Note: n September 16. After living in Cambridge, Massachusetts, where he was admitted freeman in 1633 and townsman in 1635, removed to Hartford, Connecticut, in June 1636, as one of the original proprietors. He was frequently townsman there as well as at Hadley, Massachusetts, whither he moved in 1659. In 1671 he returned to Hartford and was ordained ruling elder of the Second Church in 1677.In Cambridge, John White established his home lot, with his dwelling house, was on the street then called Cow-Yard Row. This home lot contained about three-quarters of an acre of land, and was early allotted to him, together with about thirty acres of farming lands. On the 5th of August, 1633, three-quarters of an acre more, near his home lot, was granted to him by the town, for a cow-yard. "Gore Hall", the beautiful library building of Harvard University, probably now graces this cow-yard. If not on the identical site, it is, beyond a doubt, very near to it. . . ."In the records of Hartford, John White appears as one of the original proprietors. His allotments consisted--as nearly as can be determined from the records -- of his house lot, containing about two acres, of about forty acres of meadow, about thirty-two acres of upland, ten acres of swamp and one hundred and fifty acres of upland at Hockanum, east of the Great River.At Hartford he was again called into public service. In 1642 he was chosen one of the selectmen of the town -- or 'orderers' as these officers were at first called - and again in 1646, in 1651, and in 1656. His name also appears frequently on the record of the Courts, as a juror, or as an arbitrator in the settlement of private differences.On the 18th of April, 1659, sixty persons, from Hartford and Wethersfield, signed the agreement to remove to Hadley. The place of John White's name, as the fifth on the list, indicates that he was among the leaders of that important movement.He was chosen one of the selectmen in 1862, in 1663, and in 1665. He also served the town in 1664 and in 1669, as Representative -- or Deputy, as it was then styled -- to the General Court of Legislature of Massachusetts, sitting in Boston.It was probably during this year (1670) that he returned to Hartford.After his return to Hartford his name does not appear again upon the records, as holding civil office or performing civil services. The office of Elder then exempted him who bore it from all duties of this kind. But as an arbitrator, referee, and council in ecclesiastical matters, he performed good service to the churches. In 1676, and in 1677, he and his eldest son Nathaniel, then of Middletown, were members of the council called to hear the difficulty which had long troubled the ancient church in Windsor; and the final recommendation of the council, with the autograph signature of its members, may be seen in the archives of the State, at Hartford.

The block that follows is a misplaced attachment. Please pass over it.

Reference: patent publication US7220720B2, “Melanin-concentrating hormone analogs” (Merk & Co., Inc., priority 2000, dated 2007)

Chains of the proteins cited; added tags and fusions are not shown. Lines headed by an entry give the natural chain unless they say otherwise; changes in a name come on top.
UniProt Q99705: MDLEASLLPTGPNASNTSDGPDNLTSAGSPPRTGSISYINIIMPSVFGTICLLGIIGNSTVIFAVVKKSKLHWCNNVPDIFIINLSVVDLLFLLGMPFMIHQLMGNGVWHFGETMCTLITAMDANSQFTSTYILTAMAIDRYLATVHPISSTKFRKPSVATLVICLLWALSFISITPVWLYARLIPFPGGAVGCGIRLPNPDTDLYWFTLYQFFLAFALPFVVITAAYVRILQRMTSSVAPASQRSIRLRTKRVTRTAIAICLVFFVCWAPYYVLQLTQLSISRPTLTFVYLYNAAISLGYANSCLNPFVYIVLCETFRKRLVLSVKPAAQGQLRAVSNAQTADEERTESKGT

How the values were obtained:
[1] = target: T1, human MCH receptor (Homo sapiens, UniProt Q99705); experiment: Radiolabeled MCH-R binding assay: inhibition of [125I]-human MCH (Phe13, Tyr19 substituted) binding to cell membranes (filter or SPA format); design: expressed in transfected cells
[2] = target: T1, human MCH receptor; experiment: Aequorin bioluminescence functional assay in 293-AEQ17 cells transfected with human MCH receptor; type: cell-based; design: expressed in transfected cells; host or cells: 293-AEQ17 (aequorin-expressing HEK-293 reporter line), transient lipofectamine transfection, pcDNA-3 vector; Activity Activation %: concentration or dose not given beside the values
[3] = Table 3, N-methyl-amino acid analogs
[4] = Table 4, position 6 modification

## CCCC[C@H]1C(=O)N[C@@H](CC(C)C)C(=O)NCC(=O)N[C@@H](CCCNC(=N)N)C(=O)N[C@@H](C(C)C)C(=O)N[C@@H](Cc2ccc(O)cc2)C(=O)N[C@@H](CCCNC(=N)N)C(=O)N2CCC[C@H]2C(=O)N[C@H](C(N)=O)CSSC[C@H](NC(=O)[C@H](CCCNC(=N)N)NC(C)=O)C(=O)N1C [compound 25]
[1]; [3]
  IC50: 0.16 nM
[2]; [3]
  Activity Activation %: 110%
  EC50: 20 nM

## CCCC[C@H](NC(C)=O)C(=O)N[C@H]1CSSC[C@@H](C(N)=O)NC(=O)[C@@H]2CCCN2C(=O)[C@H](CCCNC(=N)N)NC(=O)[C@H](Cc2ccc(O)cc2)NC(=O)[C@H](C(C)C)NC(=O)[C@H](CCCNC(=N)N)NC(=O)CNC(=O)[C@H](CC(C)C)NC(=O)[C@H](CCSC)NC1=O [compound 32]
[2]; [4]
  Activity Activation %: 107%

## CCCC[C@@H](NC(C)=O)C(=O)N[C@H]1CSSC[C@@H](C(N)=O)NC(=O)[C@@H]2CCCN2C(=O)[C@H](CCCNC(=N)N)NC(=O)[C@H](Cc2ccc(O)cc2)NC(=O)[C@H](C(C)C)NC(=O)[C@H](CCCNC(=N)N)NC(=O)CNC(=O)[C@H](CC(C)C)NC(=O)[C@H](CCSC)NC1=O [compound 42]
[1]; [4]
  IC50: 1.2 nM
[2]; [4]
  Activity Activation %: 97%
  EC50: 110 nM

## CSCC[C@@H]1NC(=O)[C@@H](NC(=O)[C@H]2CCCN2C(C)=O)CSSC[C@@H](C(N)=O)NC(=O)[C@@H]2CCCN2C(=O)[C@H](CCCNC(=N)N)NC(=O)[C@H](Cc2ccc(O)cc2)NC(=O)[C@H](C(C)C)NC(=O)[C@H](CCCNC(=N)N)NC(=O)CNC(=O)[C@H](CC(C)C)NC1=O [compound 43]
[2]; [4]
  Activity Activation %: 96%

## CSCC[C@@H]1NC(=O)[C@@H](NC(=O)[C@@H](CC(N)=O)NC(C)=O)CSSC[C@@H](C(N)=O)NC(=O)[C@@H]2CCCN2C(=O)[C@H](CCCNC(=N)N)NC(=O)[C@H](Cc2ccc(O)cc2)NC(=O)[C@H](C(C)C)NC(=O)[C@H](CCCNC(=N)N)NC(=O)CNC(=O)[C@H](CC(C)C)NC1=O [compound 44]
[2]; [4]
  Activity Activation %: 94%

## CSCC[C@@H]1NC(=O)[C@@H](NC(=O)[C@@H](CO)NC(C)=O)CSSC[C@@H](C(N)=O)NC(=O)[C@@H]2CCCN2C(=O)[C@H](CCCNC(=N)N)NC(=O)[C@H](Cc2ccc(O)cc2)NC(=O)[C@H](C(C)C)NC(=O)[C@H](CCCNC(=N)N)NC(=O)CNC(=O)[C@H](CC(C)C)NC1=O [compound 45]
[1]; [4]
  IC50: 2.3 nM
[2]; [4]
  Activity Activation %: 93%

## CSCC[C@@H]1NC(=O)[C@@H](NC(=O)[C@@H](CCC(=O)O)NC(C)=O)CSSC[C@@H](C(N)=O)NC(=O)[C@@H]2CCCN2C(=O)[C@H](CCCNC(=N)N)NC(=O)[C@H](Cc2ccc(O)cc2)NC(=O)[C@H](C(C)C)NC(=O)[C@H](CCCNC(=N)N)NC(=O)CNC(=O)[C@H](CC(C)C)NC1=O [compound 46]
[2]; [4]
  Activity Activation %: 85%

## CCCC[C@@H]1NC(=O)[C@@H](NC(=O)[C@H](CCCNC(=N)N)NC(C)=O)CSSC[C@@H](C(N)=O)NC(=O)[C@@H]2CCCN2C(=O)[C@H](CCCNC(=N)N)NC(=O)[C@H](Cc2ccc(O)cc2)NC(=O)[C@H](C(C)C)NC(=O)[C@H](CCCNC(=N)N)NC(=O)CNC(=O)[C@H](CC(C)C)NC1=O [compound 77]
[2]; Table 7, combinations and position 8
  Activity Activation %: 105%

Note: !Elder John White sailed from England on June 22, 1632 on the ship Lion, arriving in Boston o
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